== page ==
Life is quite medicalised. Daily doses – though thankfully reducing as time goes on. Lots of appointments, and admin. following up prescriptions and tests and test results. Procedures and planning for recovery. Monitoring developments. Watchful waiting. Having to prioritise life around these things. Changing work, waiting on the phone, waiting rooms. Waiting. There’s a lot of waiting. The build up to appointments – the hopes, trying to check my ambitions for the outcome, making notes of all I want to discuss. Then the slump. I’m learning to expect little, to hope for no change as the best outcome. Realising that practising medicine is as much an art as a science. That no-one will or can fix me and that I have to actively participate. That’s tiring. It’s tiring to be ill, or rather not to be well. To want to be wrapped in a blanket and cooed better like a child with a fever. It’s not going to happen and the more active and engaged I can be in my own life and wellness the better. Managing rest, nutrition, stress, exercise. It makes things less spontaneous, uses energy for parts of my life that in the past had seemed to run themselves. Leaves little energy behind for realising ambitions, fun and nonsense, dealing with challenges or mistakes.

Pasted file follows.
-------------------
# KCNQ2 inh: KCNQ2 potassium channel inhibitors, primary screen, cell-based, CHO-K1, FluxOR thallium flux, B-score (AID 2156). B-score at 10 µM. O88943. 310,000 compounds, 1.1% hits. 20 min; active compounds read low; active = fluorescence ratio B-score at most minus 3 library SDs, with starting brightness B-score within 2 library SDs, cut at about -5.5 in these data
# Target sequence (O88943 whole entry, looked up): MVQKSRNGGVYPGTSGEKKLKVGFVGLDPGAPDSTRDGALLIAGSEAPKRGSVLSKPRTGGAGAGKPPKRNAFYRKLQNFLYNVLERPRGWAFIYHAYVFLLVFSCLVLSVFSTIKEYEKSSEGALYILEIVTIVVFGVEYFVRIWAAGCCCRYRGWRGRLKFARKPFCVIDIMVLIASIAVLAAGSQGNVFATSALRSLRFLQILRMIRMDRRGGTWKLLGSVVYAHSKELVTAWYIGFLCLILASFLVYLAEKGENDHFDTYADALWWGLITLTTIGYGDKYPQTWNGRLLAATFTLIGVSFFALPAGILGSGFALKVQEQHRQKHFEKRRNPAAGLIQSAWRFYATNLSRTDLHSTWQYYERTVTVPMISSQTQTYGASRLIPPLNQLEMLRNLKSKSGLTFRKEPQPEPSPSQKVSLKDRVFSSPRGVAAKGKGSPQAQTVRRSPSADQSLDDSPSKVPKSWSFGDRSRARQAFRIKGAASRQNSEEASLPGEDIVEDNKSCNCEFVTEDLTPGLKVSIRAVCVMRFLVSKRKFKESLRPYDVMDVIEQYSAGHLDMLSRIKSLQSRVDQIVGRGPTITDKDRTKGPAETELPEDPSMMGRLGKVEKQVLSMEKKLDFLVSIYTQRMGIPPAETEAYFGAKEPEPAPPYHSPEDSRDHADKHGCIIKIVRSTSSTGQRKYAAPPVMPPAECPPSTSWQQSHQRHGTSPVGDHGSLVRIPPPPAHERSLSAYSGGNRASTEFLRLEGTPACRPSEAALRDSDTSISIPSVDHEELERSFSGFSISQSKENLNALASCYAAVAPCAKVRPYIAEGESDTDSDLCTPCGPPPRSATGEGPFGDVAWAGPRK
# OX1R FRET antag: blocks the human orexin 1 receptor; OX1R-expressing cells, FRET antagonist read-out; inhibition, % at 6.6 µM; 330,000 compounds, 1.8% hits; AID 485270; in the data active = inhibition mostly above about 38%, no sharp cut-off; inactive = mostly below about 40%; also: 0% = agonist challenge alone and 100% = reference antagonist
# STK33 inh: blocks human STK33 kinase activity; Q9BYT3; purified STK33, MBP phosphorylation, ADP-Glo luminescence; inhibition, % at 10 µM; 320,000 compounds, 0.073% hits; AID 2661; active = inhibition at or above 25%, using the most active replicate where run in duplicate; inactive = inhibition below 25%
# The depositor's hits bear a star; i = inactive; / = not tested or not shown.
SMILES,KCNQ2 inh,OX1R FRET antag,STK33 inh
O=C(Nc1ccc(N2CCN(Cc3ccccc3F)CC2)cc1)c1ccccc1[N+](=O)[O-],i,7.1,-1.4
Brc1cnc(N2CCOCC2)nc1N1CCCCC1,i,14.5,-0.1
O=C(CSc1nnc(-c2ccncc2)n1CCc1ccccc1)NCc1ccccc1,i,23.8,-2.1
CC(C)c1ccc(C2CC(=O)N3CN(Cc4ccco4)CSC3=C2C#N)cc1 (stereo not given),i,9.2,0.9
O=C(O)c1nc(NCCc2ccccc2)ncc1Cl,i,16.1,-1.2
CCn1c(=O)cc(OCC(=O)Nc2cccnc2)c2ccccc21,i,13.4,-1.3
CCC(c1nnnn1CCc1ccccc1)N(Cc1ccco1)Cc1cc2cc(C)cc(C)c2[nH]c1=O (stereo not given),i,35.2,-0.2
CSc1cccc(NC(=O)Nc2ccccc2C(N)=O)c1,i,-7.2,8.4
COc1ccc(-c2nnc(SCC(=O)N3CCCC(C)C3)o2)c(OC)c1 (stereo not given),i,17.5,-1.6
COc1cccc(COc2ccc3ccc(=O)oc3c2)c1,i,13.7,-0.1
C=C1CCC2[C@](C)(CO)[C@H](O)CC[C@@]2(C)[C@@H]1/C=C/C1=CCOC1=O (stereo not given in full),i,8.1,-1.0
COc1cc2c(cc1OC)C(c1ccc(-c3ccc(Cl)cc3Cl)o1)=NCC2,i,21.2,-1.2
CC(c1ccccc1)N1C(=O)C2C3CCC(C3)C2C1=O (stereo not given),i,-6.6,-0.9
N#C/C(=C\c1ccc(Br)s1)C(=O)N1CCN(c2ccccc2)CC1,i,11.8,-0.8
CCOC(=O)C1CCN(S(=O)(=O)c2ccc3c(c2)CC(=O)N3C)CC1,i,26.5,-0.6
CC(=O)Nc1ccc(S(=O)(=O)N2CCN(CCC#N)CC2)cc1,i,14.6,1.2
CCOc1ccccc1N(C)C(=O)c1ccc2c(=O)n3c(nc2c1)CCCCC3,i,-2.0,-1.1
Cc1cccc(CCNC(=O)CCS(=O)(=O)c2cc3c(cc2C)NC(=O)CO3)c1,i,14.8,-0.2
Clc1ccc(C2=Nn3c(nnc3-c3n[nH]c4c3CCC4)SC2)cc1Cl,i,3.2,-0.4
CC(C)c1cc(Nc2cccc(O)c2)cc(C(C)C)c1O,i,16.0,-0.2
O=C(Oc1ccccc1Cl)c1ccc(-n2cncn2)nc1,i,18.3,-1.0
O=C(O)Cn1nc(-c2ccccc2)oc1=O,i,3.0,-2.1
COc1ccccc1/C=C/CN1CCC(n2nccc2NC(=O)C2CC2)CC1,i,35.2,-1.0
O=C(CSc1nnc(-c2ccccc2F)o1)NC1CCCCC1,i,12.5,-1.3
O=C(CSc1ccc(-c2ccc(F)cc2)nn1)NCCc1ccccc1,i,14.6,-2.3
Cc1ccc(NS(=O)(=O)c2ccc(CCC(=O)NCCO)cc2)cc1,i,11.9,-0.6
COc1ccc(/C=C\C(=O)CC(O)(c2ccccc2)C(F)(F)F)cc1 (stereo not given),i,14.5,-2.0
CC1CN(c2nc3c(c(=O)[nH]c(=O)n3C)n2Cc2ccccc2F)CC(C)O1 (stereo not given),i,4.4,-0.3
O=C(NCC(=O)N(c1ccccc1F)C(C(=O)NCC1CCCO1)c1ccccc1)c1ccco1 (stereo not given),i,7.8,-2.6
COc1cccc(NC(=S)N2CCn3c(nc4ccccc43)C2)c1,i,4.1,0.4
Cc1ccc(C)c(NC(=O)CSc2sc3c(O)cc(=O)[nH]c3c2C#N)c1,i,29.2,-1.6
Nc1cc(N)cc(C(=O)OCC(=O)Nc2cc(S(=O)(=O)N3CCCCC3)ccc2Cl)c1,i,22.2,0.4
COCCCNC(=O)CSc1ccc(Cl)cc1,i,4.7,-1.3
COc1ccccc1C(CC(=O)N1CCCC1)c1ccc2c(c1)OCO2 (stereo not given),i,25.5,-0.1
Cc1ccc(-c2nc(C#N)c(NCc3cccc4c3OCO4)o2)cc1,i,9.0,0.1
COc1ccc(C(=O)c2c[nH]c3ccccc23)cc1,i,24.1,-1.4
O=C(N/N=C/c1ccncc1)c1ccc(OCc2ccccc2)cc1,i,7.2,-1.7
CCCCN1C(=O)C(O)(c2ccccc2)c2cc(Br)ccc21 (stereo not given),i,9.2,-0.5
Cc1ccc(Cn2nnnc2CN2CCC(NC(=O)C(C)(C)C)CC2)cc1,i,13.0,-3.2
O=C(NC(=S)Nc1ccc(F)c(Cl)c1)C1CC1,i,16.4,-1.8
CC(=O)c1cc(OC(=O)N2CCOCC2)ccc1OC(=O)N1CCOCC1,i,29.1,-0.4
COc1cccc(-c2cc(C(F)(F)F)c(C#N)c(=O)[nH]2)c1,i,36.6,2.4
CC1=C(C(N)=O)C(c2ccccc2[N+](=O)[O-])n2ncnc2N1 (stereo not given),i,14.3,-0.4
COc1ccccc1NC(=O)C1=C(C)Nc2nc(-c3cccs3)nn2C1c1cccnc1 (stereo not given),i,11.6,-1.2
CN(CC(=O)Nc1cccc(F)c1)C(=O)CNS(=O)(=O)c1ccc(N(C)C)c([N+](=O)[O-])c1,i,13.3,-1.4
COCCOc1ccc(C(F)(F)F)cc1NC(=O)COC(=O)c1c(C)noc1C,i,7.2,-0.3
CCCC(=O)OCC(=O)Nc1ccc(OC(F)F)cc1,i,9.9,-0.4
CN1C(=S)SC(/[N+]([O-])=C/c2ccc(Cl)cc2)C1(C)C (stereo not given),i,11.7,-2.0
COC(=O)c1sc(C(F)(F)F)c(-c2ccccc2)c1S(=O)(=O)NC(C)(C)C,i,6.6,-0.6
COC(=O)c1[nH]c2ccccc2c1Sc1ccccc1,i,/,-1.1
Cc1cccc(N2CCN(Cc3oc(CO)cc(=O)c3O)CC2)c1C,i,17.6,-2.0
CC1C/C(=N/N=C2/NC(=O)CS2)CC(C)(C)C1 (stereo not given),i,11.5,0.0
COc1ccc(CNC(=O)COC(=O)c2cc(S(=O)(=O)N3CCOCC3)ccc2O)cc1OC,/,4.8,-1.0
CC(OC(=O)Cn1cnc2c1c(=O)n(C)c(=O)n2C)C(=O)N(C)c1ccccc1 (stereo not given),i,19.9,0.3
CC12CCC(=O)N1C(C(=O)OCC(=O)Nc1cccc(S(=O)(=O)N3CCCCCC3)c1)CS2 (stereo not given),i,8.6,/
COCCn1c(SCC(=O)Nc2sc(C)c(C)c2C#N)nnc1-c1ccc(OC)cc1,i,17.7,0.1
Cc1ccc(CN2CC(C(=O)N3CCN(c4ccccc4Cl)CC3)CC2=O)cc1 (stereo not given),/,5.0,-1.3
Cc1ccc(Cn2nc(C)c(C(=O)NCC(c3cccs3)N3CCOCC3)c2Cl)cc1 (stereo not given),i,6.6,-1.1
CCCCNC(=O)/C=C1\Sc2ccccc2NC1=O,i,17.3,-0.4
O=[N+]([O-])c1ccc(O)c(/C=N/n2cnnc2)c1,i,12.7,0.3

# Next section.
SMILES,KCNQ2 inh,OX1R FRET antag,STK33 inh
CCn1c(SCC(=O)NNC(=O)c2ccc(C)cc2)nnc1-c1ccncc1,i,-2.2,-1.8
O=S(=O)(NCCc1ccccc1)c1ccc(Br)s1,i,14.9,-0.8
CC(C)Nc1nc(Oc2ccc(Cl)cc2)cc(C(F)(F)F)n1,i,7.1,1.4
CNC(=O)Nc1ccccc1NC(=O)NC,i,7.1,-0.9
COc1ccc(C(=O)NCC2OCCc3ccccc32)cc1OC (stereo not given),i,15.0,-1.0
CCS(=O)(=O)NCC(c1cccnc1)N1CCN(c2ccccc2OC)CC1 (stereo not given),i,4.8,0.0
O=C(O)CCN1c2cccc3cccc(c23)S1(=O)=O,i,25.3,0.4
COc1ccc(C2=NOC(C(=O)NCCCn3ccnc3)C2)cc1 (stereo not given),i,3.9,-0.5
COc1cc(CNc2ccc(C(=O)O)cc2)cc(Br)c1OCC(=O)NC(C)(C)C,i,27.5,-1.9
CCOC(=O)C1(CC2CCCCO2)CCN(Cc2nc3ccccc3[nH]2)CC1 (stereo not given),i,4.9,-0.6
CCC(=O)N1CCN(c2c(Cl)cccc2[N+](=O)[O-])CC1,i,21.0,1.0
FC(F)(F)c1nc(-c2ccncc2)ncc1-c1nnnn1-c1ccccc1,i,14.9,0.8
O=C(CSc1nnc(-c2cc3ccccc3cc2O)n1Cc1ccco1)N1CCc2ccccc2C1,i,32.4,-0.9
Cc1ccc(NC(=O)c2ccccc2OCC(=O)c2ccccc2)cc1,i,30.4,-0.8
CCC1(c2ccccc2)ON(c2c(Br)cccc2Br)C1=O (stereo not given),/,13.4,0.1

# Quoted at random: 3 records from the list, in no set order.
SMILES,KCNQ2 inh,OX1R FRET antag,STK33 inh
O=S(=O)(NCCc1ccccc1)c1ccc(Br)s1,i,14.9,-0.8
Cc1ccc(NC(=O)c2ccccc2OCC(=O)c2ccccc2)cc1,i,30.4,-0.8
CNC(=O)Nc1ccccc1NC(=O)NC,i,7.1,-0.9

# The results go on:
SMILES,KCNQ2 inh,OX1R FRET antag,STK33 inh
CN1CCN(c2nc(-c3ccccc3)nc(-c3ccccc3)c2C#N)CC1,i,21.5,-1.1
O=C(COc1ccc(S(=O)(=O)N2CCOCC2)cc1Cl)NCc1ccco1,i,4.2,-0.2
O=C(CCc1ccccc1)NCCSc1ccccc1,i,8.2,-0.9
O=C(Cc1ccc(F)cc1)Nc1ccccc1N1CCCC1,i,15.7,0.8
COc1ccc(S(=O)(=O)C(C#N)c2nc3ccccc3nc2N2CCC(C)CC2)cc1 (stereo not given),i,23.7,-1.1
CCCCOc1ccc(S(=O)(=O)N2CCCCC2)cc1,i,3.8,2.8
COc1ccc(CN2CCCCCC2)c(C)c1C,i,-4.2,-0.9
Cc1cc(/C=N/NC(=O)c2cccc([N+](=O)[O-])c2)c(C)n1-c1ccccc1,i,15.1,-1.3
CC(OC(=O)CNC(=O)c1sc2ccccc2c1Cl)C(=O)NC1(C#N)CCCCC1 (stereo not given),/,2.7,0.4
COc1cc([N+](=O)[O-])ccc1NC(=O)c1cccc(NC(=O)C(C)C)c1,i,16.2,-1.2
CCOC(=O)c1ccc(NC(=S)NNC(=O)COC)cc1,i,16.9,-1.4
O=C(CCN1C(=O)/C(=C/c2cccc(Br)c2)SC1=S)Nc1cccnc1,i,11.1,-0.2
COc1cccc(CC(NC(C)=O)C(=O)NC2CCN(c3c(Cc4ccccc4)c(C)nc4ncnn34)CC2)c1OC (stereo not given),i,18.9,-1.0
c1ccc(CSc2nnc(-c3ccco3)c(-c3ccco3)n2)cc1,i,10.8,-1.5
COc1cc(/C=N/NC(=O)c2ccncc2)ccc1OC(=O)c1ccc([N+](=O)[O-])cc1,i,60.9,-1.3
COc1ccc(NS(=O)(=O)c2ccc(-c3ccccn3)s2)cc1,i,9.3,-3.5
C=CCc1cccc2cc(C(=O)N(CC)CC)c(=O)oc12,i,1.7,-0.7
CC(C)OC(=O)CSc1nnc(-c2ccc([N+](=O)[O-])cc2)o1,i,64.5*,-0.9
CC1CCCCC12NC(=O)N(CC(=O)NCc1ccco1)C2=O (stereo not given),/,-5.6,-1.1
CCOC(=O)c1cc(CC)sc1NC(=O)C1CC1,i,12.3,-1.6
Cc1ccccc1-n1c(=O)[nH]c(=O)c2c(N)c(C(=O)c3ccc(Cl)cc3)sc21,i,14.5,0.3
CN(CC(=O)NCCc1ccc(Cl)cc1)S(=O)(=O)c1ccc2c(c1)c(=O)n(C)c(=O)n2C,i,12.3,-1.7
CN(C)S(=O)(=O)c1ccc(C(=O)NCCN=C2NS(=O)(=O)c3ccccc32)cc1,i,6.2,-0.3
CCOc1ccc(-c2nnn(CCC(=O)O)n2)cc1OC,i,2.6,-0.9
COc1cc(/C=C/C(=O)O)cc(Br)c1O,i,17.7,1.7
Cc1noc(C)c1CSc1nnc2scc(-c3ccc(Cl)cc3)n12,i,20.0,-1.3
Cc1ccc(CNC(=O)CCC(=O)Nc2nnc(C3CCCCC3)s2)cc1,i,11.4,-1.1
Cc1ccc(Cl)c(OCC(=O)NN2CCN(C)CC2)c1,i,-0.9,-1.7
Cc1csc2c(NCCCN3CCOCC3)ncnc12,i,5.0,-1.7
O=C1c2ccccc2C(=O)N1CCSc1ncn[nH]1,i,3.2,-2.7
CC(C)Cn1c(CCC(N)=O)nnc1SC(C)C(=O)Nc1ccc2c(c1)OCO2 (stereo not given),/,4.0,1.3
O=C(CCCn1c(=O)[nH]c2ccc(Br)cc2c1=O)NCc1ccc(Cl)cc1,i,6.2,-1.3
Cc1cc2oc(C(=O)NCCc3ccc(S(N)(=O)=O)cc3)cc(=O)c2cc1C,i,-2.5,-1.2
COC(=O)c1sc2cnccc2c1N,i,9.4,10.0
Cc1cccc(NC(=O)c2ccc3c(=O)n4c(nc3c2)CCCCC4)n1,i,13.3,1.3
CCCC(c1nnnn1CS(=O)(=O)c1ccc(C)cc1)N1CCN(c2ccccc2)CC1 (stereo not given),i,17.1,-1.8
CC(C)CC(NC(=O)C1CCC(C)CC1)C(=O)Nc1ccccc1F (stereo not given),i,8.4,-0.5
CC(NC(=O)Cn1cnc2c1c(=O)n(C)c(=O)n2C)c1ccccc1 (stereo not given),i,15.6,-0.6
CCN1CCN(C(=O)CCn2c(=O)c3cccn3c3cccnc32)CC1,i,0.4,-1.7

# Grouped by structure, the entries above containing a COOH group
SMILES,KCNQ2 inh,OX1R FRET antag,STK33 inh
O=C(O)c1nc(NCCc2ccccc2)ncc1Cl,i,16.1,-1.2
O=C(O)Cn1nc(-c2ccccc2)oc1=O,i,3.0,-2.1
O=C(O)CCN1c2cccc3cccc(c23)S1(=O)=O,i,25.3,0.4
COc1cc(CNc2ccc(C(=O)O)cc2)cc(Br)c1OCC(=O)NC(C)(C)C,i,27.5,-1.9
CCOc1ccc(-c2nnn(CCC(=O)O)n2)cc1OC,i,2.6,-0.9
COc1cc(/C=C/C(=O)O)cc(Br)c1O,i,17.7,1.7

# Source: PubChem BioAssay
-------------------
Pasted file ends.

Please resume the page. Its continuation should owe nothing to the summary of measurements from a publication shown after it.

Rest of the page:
Life feels smaller. This is interesting. I’ve sent hours over the last 22 months just lying down watching clouds. Not even had the energy to watch TV or listen to the radio. Within that is a great richness – I’ve marvelled at the ever changing beauty of clouds through my window. Marvelled at the size of the sky. Been gently aware of all the other living things under it. I’ve been frustrated by all the events I’ve missed. The shared histories I’ve been written out of by illness. Surprised not to see my face in group photos of my friends on holidays or nights out. Where was I?  Taking the photo?  Ah, no, I was at home, probably asleep. Or lying down after a hospital appointment. I’ve always been a restless, somewhat bold person. I don’t have the energy to be restless most of the time. All of my boldness has been directed in other directions. I like being at home. With no noise – no TV, radio or music. I like being warm. I like being outside in gardens. I am nervous a lot more than I used to be.

Then there is pain. I think I’m going to be writing a lot more about pain. It’s a daily feature of my life. I’m learning to investigate it’s colours and textures, it’s ever changing sensations. To accommodate it. I’ve been practising turning towards it, leaning into it. It’s quite probably always going to be with me for the rest of my life so I may as well use it. Rejecting it will be setting myself up for a long, and probably fruitless battle. It’s tiring. It pulls focus. It demands my attention like a grumpy toddler. It wakes me up, occasionally makes me gasp for air.